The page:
Build your own REST API from scratch - Part 2
In the previous article we have created a basic skeleton for our RESTful API.
In this part we are going to crack it up a notch by building an actual useful endpoint, status codes, change the static message to a better mechanism, build our controllers, and see how we can retrieve actual useful data via an API call. Ready? Let's keep coding.
For starters, let's change focus by deciding that we are building an Ice Cream shop API.
WOW, just the thought of that made me hungry...
Oh well, back to work. so the first thing we want to do is to change the static hello message we retrieved to some actual content. For that, we are going to:
Create a JSON data file
Our JSON file will contain an array of objects containing our menu items. We will place this file in a sub-directory in our project which we will call menu_data.
Next up, let's create a separate module to handle our Ice cream menu get method. I will call it iceCream.js and place in an additional directory in our project which I will call menu_modules.
Now let's create the module.
Let's see what I have done here:
1. I'm requiring the 'fs' module, which is a built in module for accessing and handling physical file system.
2. I'm storing the DATA_FILE path (Which is our JSON file) in a constant variable.
3. I'm creating an iceCream module (Which we will later on export) which will contain a 'get' function. this function follows a Promise pattern, passing in 2 possible callbacks resolve and reject.
3. I'm passing the DATA_FILE to the fs.readFile() method so we can process our data from the JSON file. (As you can see it can be either resolved with the data -(which is the content of the file), or rejected with an error.
If the data is processed successfully it will resolve and parse the file, if not, it will be caught by the reject(error) block and result it what is known as internal server error. (No doubt that we will need to handle our possible exceptions in a later stage).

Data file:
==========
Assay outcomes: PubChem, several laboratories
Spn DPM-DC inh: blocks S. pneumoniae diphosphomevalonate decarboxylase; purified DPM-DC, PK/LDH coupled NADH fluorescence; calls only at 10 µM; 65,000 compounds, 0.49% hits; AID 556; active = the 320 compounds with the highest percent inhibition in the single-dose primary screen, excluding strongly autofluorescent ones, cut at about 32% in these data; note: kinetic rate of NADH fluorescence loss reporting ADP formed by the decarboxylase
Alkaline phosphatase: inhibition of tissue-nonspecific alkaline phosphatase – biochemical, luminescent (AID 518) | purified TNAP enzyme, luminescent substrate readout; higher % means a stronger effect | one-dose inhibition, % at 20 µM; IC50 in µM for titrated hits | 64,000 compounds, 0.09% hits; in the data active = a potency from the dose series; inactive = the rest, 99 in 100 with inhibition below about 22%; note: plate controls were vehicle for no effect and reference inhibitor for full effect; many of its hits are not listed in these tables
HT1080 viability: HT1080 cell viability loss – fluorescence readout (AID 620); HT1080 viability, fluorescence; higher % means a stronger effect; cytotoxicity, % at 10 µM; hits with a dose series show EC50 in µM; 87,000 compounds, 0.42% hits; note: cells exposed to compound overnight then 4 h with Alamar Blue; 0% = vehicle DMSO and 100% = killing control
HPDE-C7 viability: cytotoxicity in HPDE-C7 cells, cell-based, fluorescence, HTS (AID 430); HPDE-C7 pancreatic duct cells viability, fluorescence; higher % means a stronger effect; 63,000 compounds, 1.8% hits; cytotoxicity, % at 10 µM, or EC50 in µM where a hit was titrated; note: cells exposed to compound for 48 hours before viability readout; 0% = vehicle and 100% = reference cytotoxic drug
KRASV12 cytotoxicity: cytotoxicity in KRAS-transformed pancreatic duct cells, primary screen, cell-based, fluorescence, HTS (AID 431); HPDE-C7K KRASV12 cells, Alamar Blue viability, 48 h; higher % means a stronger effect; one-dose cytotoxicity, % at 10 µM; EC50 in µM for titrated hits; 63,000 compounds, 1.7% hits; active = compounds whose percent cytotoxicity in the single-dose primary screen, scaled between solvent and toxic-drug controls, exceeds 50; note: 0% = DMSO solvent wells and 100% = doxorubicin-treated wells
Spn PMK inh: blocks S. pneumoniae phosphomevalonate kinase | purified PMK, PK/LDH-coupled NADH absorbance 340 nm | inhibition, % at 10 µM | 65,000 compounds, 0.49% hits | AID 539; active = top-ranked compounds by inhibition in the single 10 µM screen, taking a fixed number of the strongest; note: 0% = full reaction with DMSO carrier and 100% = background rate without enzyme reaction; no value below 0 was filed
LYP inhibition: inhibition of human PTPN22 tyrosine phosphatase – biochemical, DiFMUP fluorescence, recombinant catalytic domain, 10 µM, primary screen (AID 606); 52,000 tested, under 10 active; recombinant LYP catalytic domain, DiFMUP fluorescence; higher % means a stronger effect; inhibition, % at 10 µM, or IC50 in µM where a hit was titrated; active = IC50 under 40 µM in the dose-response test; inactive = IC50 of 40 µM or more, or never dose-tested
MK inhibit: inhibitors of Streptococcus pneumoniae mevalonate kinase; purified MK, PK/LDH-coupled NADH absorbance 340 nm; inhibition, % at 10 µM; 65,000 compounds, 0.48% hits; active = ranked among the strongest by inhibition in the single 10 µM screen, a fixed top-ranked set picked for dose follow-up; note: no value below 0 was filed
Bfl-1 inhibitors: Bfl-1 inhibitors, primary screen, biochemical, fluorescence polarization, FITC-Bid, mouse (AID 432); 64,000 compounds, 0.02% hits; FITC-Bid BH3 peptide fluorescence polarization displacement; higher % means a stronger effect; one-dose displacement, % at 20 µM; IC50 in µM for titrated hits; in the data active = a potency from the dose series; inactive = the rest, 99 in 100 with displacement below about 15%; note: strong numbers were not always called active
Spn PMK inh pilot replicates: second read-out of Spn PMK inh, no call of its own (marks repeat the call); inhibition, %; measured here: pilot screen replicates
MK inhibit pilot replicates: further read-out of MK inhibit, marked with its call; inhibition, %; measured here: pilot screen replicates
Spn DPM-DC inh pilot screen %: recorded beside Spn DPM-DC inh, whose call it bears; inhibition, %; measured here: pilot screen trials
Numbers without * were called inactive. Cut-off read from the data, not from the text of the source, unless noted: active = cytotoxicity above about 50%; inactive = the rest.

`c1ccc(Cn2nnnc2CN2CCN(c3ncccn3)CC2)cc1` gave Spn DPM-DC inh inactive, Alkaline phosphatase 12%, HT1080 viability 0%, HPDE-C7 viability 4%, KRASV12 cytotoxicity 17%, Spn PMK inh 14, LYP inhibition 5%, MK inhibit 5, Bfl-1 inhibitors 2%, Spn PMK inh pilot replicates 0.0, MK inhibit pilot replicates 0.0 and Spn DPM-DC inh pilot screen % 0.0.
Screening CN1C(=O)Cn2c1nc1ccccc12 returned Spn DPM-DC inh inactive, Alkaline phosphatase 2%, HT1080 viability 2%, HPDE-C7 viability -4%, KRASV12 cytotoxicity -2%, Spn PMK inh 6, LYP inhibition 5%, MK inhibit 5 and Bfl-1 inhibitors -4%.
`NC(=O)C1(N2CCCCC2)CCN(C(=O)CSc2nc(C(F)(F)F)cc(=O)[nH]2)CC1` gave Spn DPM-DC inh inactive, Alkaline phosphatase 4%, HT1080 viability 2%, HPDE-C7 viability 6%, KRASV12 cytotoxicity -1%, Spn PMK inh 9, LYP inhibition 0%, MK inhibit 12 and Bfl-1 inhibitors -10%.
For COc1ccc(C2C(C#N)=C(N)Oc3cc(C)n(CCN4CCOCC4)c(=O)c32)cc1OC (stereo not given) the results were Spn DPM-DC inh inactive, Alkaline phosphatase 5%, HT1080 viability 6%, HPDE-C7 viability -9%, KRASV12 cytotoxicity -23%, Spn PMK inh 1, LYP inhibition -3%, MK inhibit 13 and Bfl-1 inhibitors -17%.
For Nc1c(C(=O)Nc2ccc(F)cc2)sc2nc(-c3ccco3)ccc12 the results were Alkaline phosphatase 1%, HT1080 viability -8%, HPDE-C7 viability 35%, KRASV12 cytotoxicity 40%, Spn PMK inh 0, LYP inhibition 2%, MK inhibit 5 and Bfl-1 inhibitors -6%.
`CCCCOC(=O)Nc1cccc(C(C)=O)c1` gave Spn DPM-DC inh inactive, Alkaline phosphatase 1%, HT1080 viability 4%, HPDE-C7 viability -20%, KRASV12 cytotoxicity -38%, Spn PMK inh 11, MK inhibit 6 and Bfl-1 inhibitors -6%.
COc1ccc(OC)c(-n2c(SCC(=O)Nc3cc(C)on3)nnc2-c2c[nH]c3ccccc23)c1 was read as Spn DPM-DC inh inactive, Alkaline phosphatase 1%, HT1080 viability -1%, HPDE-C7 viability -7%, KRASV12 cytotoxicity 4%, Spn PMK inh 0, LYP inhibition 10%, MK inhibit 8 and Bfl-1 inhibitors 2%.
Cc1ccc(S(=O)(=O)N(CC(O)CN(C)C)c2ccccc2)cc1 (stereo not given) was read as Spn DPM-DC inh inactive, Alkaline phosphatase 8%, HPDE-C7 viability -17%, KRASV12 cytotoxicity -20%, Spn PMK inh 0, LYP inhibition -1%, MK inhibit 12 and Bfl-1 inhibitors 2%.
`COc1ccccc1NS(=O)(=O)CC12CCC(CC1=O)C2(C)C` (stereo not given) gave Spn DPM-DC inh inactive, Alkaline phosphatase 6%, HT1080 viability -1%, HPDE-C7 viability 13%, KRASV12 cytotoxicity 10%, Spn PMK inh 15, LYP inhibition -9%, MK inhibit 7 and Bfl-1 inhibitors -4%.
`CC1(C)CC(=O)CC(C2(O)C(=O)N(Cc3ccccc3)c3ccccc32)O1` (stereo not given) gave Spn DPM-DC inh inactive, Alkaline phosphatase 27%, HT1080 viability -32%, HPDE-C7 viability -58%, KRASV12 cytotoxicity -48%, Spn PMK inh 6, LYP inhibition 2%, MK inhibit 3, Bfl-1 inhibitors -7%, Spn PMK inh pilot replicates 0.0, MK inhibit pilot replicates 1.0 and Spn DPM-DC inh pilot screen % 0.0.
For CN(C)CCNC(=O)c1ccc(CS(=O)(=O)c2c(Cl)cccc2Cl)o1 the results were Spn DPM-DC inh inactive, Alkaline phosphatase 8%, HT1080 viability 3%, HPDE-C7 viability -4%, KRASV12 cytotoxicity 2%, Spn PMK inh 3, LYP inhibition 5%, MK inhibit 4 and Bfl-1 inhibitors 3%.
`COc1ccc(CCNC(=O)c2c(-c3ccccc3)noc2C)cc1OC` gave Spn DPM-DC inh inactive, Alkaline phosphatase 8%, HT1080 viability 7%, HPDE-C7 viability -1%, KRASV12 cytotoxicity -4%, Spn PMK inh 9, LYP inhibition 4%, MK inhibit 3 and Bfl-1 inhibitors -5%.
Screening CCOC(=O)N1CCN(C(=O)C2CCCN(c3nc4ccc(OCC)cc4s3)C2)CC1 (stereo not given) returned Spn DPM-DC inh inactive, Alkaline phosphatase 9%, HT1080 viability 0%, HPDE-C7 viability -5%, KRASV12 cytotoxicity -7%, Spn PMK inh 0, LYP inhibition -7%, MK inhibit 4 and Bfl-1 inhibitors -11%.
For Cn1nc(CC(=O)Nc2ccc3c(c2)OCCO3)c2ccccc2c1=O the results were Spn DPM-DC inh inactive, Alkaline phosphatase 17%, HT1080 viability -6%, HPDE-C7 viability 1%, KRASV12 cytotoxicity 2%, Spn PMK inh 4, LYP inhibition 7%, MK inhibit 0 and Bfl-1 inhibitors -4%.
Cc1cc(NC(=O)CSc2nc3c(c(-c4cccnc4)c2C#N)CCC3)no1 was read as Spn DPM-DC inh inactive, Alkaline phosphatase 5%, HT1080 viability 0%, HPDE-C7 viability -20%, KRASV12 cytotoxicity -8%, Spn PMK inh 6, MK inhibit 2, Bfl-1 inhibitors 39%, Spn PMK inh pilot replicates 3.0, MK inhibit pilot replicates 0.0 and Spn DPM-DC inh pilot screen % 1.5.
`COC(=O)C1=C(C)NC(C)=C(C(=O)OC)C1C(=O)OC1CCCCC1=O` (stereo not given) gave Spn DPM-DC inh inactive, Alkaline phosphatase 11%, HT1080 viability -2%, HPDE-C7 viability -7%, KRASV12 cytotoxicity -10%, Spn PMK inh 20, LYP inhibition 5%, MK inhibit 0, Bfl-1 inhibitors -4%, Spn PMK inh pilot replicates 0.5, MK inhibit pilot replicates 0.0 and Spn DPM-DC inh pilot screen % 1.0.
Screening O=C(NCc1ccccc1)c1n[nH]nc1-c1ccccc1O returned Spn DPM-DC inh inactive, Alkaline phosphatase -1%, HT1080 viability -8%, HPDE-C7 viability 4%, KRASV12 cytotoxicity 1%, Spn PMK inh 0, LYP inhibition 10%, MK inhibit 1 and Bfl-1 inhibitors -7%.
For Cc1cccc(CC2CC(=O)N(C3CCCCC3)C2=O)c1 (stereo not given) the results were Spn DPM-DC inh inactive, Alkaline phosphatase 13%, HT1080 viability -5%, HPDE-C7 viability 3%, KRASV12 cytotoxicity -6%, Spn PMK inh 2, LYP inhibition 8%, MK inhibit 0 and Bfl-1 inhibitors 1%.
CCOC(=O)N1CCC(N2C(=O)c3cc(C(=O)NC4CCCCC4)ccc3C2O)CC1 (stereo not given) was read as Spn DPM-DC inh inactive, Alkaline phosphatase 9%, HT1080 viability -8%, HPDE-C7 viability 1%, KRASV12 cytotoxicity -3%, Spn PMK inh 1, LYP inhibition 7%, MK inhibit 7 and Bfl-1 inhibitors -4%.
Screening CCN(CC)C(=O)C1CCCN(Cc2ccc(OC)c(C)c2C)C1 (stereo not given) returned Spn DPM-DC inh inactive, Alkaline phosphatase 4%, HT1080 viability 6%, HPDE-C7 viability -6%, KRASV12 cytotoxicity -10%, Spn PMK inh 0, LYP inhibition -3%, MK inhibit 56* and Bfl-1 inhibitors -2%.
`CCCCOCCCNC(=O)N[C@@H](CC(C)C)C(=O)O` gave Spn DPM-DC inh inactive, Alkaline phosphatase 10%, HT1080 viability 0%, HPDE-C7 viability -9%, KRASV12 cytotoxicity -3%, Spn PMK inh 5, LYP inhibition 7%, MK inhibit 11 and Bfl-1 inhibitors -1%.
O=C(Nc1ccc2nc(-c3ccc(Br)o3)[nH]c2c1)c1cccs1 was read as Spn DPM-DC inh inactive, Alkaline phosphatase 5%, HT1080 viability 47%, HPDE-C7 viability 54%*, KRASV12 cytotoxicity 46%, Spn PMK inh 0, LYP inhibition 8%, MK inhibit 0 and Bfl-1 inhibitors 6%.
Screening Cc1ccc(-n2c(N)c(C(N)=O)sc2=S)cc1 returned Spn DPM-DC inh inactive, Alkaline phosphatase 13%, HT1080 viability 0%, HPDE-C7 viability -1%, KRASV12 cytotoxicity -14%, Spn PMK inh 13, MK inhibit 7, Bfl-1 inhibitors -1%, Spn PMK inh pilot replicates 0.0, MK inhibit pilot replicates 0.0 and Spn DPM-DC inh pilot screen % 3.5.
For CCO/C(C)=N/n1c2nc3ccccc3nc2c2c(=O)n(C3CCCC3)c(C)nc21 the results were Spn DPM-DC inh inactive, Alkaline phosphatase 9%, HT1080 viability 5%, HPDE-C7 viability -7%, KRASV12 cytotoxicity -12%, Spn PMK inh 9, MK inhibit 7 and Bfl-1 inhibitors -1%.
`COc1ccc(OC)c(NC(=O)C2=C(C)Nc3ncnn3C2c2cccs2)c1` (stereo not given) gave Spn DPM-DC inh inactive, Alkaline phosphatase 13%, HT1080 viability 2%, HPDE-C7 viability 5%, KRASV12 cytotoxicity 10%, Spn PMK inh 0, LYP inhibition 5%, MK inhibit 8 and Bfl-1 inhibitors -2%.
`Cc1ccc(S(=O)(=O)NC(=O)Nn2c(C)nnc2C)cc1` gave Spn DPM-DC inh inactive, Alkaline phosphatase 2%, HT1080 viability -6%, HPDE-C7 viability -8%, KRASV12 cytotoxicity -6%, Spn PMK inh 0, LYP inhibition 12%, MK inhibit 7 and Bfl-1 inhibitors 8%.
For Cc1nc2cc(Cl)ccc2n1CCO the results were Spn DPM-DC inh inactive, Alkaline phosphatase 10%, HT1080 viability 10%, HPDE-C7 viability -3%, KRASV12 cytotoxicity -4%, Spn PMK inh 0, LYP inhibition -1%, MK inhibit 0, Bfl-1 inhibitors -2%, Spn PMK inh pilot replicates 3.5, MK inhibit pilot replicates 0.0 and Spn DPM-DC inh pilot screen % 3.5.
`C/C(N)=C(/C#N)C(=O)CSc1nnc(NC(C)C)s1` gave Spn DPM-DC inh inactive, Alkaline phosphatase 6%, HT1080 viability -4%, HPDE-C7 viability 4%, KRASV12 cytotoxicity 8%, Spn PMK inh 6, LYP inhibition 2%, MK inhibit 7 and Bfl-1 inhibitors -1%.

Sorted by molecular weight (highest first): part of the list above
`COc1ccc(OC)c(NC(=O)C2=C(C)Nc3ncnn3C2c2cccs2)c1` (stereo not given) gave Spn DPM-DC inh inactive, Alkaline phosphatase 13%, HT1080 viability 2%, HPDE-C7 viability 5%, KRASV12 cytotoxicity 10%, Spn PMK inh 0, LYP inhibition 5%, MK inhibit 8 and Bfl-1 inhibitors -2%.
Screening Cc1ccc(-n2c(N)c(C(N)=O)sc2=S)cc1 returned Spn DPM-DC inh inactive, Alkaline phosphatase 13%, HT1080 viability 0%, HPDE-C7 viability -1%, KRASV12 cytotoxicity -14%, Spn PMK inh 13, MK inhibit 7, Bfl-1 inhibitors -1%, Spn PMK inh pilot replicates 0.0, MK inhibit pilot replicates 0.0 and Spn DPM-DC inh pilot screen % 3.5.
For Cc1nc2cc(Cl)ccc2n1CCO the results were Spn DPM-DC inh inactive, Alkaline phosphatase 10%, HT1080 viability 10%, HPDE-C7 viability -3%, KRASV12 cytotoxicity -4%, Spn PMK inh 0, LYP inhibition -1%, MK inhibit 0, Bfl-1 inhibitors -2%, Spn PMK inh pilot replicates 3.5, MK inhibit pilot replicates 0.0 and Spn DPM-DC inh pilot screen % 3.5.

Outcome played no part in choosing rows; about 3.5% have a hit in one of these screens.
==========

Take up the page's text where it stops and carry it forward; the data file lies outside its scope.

Next up, we will replace the static message we have in our index.js file with the actual data we want to retrieve from the JSON file.
So what do we see here?
1. First of all, I have added a require for the iceCream file (On line 5).
2. Secondly, I have changed the basic res.send() with res.status(<status code>).json()
What that will do, is return a status code to the client and attach a JSON response. By the way, the status 200 would be applied by default for a successful call but we will add it anyway for the sake of clearance.
3. The JSON response will contain:
a. The status.
b. the status text (Which is OK for 200).
c. the actual data from the file that will be sent back to the client.
So what do you say? Shell we see if it worked?
Let's restart our server by executing npm start from the terminal, and get back to our Postman to create a GET request to our route.
Jackpot!, we did it again.
By the way, we could just open the address in our browser (Which would do the exact same thing - send a get request to the endpoint) but what's the fun in that, right? :)
Jokes aside, I think that it is highly important to deeper understand the technology we work with or consume on a daily basis. It is only threw a deeper understanding we can truly flourish in what we do and enrich our toolset.
In part 3 we will continue to build our endpoint, maybe add more methods and routs, the ability to query data or maybe even create a webpage which will help us fetch the data from the server. Hope you liked this part, see you in the next one.
Appreciation is a wonderful thing...thanks for sharing kepp it up.ReplyDelete